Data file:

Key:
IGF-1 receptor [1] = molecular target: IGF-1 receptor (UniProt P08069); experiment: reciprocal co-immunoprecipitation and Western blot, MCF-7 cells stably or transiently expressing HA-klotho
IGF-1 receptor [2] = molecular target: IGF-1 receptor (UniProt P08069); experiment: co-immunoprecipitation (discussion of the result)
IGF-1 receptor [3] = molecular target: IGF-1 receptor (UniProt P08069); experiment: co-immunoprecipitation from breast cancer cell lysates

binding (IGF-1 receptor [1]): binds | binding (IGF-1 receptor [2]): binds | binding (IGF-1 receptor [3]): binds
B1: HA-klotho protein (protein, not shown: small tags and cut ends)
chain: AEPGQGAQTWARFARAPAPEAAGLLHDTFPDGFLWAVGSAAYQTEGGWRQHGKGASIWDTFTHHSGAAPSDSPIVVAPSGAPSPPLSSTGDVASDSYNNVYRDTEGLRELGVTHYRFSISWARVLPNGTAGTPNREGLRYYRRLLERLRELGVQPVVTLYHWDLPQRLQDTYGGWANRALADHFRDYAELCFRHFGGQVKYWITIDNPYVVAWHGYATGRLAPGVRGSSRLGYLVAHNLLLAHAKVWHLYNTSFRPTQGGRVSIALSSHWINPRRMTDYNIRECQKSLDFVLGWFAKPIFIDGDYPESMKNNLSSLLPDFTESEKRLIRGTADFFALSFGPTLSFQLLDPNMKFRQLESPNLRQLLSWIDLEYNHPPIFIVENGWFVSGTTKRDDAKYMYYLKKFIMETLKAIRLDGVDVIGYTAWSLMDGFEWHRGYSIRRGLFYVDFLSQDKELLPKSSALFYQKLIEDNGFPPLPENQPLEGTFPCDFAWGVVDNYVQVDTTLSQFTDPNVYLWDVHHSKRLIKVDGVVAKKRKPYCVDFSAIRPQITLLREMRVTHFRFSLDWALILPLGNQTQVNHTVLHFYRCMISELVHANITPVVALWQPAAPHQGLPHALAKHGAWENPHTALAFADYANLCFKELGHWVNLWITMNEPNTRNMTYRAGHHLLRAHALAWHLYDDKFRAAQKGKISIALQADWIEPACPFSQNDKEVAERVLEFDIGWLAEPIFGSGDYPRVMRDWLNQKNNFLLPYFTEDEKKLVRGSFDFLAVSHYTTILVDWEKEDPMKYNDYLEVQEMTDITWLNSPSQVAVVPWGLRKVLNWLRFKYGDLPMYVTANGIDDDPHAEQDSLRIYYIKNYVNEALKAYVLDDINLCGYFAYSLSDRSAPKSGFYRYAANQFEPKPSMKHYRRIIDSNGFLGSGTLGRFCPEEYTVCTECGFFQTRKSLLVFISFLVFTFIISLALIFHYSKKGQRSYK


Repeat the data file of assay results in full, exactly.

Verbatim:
Key:
IGF-1 receptor [1] = molecular target: IGF-1 receptor (UniProt P08069); experiment: reciprocal co-immunoprecipitation and Western blot, MCF-7 cells stably or transiently expressing HA-klotho
IGF-1 receptor [2] = molecular target: IGF-1 receptor (UniProt P08069); experiment: co-immunoprecipitation (discussion of the result)
IGF-1 receptor [3] = molecular target: IGF-1 receptor (UniProt P08069); experiment: co-immunoprecipitation from breast cancer cell lysates

binding (IGF-1 receptor [1]): binds | binding (IGF-1 receptor [2]): binds | binding (IGF-1 receptor [3]): binds
B1: HA-klotho protein (protein, not shown: small tags and cut ends)
chain: AEPGQGAQTWARFARAPAPEAAGLLHDTFPDGFLWAVGSAAYQTEGGWRQHGKGASIWDTFTHHSGAAPSDSPIVVAPSGAPSPPLSSTGDVASDSYNNVYRDTEGLRELGVTHYRFSISWARVLPNGTAGTPNREGLRYYRRLLERLRELGVQPVVTLYHWDLPQRLQDTYGGWANRALADHFRDYAELCFRHFGGQVKYWITIDNPYVVAWHGYATGRLAPGVRGSSRLGYLVAHNLLLAHAKVWHLYNTSFRPTQGGRVSIALSSHWINPRRMTDYNIRECQKSLDFVLGWFAKPIFIDGDYPESMKNNLSSLLPDFTESEKRLIRGTADFFALSFGPTLSFQLLDPNMKFRQLESPNLRQLLSWIDLEYNHPPIFIVENGWFVSGTTKRDDAKYMYYLKKFIMETLKAIRLDGVDVIGYTAWSLMDGFEWHRGYSIRRGLFYVDFLSQDKELLPKSSALFYQKLIEDNGFPPLPENQPLEGTFPCDFAWGVVDNYVQVDTTLSQFTDPNVYLWDVHHSKRLIKVDGVVAKKRKPYCVDFSAIRPQITLLREMRVTHFRFSLDWALILPLGNQTQVNHTVLHFYRCMISELVHANITPVVALWQPAAPHQGLPHALAKHGAWENPHTALAFADYANLCFKELGHWVNLWITMNEPNTRNMTYRAGHHLLRAHALAWHLYDDKFRAAQKGKISIALQADWIEPACPFSQNDKEVAERVLEFDIGWLAEPIFGSGDYPRVMRDWLNQKNNFLLPYFTEDEKKLVRGSFDFLAVSHYTTILVDWEKEDPMKYNDYLEVQEMTDITWLNSPSQVAVVPWGLRKVLNWLRFKYGDLPMYVTANGIDDDPHAEQDSLRIYYIKNYVNEALKAYVLDDINLCGYFAYSLSDRSAPKSGFYRYAANQFEPKPSMKHYRRIIDSNGFLGSGTLGRFCPEEYTVCTECGFFQTRKSLLVFISFLVFTFIISLALIFHYSKKGQRSYK